Why Does “Giving” Make You Happy?

By: Sonali, Diamond

Published On: December 29, 2021

There is an age-old saying that goes, “If you want happiness for an hour, take a nap. If you want happiness for a day, go fishing. If you want happiness for a year, inherit a fortune. If you want happiness for a lifetime, help somebody.” 


Humans are social creatures and for most of us, helping others just feels like the right thing to do. In fact, a lot of research proves that offering and receiving help have a positive effect on an individual’s physical and mental health as well. Ballatt and Campling in their 2011 book, Intelligent Kindness: Reforming the Culture of Healthcare discussed the impact of kindness on our brain. For example, compared to less altruistic people, altruistic individuals (those who selflessly help others) showed more activity in their posterior superior temporal cortex. This part of the brain is activated when the brain is trying to decipher social relations or tries to extract meaning from the things we see. Studies also found that kindness in a medical setting can even help people heal!



 Another study reports,

“We find consistent behavioral and neural evidence that in physically threatening situations acting altruistically can relieve painful feelings in human performers.”

Furthermore, altruistic behavior reduces physical pain as seen in an activity where participants were asked to donate to orphans. Those who did donate experienced less pain from electric shocks than those who didn’t. 



The Science Behind ‘Happiness’


Any act of kindness releases hormones that alleviate our mood and overall well-being. One such hormone is Oxytocin that is sometimes referred to as the ‘love hormone’ or the ‘cuddle hormone’, which is released by the pituitary gland in response to sensory stimulation through various interactive behaviors. Oxytocin has an integral role in forming strong social bonds and building deeper trust. Having a positive social interaction greatly helps in the production of oxytocin.



The Harvard Study of Adult Development, one of the longest studies on happiness that took over 75 years to complete, found that maintaining strong connections in the community and the act of helping makes people happier, physically healthier, and live longer. 


Serotonin: The next is Serotonin which is considered to be the key hormone of happiness as it has a huge impact on mood regulation, prevents depression, and also helps in making people happy and sociable. Serotonin provides us with that sense of accomplishment after we have achieved something or have helped someone. 


Dopamine: Next in line is Dopamine, which is a pleasure hormone that is usually released while striving towards a goal. It is a neurotransmitter that has an effect on various aspects of the body like mood, sleep, memory, and learning.



When looking at happiness objectively, these three hormones a.k.a the happiness trifecta can be your go-to best friends as they also counteract the effect of Cortisol, a stress hormone! Oxytocin, Serotonin, and Dopamine are also collectively referred to as the ‘Helper’s High.’ They can be described as that rush of feeling that one experiences after an act of kindness, donating money to a social cause or giving your time to a charitable cause.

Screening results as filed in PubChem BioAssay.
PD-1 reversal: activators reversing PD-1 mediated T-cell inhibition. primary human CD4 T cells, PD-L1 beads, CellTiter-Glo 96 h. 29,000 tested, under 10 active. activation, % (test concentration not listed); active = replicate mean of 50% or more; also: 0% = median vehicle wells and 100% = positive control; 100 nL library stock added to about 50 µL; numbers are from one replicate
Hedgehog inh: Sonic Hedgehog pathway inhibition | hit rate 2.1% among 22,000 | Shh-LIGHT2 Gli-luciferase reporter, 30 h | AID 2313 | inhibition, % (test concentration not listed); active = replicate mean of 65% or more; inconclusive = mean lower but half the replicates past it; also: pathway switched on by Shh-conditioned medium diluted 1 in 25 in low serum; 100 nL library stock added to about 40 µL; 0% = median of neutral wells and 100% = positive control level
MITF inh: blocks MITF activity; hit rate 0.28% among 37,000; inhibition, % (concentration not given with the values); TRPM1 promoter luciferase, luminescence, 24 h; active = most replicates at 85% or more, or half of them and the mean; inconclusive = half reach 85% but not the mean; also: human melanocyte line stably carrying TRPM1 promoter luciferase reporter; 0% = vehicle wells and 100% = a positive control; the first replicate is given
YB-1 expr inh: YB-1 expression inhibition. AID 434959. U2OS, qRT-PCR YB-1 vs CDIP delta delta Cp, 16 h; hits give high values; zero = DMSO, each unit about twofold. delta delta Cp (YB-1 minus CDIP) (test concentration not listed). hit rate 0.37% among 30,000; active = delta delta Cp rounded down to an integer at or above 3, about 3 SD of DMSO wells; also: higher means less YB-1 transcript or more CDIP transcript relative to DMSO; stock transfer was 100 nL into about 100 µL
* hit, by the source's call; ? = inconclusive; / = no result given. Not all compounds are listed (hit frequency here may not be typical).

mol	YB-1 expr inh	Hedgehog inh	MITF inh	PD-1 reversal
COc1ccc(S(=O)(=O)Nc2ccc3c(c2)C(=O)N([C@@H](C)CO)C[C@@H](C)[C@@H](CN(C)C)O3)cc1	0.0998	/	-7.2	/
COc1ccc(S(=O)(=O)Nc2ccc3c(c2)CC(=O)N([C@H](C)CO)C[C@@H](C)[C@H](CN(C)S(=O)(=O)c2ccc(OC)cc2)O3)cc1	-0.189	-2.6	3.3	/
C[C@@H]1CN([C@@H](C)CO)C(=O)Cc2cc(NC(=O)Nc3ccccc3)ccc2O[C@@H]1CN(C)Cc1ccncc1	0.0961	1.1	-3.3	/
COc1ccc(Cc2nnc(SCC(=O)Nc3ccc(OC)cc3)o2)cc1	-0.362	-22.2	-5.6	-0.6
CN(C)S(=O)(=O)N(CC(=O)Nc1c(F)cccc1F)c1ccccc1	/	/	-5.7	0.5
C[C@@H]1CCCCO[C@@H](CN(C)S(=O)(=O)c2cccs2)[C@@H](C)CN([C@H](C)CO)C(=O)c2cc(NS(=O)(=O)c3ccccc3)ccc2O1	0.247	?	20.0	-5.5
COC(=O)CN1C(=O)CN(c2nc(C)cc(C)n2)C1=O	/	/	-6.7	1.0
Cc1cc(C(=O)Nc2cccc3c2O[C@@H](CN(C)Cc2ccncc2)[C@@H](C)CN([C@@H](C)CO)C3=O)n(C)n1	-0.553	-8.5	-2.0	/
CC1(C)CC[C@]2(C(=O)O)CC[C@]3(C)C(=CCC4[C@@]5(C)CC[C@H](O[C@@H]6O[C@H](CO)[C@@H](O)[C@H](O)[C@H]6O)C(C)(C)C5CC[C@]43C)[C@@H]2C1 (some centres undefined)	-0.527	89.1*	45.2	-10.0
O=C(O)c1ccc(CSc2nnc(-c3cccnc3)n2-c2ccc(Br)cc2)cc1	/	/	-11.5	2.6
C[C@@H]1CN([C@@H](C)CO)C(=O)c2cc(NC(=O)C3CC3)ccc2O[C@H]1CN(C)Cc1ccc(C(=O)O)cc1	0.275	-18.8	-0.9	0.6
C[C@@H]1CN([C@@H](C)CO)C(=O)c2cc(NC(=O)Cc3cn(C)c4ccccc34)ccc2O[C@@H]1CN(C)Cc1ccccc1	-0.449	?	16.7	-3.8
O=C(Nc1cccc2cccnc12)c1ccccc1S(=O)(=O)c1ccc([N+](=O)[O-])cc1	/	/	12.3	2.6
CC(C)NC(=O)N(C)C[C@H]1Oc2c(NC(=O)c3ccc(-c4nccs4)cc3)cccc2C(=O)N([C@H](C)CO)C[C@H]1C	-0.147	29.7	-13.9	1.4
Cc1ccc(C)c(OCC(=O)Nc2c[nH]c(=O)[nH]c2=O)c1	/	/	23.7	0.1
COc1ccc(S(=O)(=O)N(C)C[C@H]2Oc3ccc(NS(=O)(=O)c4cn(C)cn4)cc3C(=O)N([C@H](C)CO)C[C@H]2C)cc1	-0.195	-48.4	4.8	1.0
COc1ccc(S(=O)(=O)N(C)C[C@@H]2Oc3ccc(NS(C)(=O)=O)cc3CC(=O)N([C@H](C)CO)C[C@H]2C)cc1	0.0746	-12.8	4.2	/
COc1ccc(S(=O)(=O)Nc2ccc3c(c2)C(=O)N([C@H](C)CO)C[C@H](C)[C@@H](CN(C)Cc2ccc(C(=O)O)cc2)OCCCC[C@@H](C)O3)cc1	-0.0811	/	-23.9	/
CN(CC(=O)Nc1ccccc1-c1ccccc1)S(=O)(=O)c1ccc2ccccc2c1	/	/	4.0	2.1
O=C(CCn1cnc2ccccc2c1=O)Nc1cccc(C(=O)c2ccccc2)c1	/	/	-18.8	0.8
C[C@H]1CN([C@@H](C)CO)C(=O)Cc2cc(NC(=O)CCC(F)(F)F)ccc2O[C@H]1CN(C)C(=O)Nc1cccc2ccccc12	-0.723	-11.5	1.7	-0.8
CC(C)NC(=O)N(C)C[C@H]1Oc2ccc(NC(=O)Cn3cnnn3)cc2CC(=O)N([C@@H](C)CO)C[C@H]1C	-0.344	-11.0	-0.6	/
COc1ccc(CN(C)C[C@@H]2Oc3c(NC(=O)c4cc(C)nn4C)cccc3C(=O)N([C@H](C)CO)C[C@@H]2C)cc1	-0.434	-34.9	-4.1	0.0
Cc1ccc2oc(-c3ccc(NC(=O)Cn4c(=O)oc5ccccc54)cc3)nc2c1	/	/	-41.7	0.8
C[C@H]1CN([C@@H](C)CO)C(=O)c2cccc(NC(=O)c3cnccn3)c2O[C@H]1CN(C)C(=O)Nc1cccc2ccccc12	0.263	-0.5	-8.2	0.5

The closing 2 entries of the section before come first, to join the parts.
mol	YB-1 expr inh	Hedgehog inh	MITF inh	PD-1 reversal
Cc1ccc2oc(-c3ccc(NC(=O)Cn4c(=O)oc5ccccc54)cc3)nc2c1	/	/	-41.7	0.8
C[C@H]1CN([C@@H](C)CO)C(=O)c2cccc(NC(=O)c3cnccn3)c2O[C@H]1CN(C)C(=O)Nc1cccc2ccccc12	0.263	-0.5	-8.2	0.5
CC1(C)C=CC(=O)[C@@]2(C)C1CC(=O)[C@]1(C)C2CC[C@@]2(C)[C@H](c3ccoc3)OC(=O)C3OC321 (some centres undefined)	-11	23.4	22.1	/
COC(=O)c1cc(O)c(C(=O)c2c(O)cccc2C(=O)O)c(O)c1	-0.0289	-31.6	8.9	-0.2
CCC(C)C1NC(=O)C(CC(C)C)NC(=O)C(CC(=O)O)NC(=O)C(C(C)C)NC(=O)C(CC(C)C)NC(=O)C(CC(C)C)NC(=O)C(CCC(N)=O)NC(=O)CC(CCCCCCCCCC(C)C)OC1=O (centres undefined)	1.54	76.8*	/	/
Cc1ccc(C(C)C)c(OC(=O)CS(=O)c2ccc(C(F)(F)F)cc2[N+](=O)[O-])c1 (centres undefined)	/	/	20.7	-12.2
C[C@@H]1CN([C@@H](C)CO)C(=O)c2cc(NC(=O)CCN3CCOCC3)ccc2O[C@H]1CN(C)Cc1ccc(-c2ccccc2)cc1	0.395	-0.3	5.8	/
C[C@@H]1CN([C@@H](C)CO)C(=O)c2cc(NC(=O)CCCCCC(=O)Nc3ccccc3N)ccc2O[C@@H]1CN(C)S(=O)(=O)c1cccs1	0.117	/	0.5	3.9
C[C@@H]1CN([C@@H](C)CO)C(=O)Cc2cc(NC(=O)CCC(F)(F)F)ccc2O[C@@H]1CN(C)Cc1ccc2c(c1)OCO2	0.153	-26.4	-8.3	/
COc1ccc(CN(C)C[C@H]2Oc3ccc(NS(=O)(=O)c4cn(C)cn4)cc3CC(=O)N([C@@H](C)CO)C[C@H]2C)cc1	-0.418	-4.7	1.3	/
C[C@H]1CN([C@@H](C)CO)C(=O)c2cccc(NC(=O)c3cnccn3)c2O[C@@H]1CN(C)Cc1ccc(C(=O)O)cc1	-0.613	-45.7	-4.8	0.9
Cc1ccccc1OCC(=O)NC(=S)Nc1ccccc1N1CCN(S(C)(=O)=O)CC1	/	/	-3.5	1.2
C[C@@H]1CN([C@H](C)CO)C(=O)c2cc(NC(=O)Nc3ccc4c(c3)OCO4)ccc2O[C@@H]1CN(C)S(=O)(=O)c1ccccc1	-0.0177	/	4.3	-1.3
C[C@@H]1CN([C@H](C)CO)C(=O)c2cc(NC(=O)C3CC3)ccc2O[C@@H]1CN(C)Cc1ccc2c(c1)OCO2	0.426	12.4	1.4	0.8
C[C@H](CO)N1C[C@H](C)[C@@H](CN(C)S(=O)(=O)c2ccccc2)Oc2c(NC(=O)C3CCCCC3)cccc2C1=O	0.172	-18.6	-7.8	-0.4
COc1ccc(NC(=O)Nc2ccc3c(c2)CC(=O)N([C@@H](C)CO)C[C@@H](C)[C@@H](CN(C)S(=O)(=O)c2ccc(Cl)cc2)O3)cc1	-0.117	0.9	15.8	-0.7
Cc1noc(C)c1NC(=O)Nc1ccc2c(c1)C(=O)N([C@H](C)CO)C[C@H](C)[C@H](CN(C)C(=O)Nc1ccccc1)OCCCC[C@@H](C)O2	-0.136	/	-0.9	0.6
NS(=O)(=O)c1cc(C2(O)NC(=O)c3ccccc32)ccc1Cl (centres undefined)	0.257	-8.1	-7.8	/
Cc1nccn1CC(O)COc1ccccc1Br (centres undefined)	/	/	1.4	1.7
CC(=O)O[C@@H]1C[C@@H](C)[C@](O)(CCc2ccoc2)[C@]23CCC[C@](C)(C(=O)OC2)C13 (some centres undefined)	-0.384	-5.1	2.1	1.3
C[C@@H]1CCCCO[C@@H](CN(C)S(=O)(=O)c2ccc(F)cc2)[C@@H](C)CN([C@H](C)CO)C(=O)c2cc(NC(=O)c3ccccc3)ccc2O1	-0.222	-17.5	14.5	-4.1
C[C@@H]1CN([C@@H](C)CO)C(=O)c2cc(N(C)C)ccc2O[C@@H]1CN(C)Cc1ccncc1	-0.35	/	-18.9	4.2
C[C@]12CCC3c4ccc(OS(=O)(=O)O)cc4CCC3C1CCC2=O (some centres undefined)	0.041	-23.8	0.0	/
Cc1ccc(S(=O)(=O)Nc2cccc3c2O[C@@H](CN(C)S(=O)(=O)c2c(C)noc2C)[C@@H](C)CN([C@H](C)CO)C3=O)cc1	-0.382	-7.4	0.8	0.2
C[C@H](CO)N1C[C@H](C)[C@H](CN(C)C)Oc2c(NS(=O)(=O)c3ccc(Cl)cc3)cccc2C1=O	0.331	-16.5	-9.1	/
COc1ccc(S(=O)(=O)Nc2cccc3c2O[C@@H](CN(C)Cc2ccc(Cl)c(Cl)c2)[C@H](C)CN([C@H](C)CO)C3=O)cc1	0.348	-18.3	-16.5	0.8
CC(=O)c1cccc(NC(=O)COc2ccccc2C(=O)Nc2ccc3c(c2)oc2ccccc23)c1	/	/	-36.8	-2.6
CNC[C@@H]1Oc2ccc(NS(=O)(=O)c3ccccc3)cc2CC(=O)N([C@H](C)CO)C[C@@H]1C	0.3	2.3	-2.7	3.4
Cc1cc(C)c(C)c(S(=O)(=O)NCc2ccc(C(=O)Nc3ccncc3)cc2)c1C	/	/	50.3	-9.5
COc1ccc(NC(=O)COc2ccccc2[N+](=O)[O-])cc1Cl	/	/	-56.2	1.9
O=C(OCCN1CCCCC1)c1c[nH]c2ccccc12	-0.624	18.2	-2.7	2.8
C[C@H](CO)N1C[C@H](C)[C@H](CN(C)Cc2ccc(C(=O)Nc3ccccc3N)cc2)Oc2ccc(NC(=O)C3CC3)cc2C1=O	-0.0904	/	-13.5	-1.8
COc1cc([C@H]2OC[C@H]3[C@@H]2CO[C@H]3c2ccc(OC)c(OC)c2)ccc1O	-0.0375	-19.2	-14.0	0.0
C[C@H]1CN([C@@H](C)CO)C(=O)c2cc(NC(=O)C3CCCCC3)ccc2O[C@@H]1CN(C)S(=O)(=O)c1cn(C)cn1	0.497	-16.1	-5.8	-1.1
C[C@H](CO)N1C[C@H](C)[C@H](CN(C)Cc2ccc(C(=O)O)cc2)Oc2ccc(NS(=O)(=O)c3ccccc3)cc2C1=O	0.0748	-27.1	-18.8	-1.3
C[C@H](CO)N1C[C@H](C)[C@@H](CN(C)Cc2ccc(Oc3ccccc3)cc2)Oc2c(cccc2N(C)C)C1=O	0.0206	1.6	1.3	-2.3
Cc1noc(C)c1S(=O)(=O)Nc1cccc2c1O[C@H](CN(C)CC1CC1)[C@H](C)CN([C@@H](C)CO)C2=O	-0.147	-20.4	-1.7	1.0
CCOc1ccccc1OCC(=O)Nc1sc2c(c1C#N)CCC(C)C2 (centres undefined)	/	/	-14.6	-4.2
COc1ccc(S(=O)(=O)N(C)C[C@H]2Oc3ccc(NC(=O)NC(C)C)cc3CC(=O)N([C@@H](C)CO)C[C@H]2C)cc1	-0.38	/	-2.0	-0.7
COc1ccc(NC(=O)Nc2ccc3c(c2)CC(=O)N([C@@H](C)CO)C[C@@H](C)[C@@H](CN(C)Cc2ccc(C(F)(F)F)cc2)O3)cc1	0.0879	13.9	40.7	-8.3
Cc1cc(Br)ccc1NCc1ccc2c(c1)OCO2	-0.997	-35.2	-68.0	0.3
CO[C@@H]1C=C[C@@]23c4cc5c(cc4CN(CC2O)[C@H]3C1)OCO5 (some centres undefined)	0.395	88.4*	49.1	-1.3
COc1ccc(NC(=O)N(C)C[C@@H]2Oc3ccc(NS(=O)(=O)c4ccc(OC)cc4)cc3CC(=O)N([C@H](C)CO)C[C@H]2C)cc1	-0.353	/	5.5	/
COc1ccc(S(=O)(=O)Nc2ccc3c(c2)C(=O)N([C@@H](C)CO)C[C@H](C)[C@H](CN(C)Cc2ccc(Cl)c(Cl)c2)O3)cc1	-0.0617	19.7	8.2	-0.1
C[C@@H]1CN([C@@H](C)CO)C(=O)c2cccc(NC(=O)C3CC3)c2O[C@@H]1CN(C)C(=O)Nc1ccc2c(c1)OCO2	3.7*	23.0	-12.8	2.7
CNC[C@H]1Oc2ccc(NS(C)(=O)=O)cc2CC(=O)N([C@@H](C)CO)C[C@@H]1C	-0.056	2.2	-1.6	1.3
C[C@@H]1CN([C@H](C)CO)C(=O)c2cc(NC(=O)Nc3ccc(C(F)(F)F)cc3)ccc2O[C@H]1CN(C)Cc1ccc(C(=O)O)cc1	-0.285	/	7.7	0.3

What Does Giving or Receiving Help Do For Your Health?


In 2011, a researcher duo Jamil Zaki and Jason Mitchell performed a study on altruism - after which they proposed a theory that ‘prosocial behavior is not simply a response to external pressure, but instead represents an intrinsic, and intrinsically social, class of reward.’ 



So, it is evident that extending support towards one in need can be highly rewarding for our mind and body with the help of the happiness trifecta.

 "The trick you need to know: Acts of kindness have to be repeated. Biochemically, you can't live on the 3-to-4 minute oxytocin boost that comes from a single act."

- Dr IsHak, a professor of psychiatry at Cedars-Sinai. 

The repeated act of kindness is definitely beneficial as studies prove that volunteering has often been proposed as a public health intervention due to the positive health benefits experienced by the volunteers. 



The Gift That Gives BACK!

One way of consistent giving is through medical crowdfunding on ImpactGuru. When many generous people come together with their small bit of contribution to achieve a financial goal that is health-oriented, it can be called medical crowdfunding. One such initiative is monthly giving that helps critical patients in India receive urgent and quality treatment. This initiative opens up access to healthcare to a wider percentage of the population. Our collective efforts can take us one step closer to a world where patients do not lose their lives to lack of funds. 



To know more about making healthcare accessible, click here

You can read more about the science of happiness here: 

Why Giving Is Good For Your Health: The Science Behind It






Александрович, П. С. (2018). Hormones of Happiness.

Baixauli Gallego, E. (2017). Happiness: role of dopamine and serotonin on mood and negative emotions. Emergency Medicine (Los Angeles), 2017, vol. 6, num. 2, p. 33-51.

Front. Psychol., 12 January 2015


Wang, Y., Ge, J., Zhang, H., Wang, H., & Xie, X. (2020). Altruistic behaviors relieve physical pain. Proceedings of the National Academy of Sciences, 117(2), 950-958.


Images: Unsplash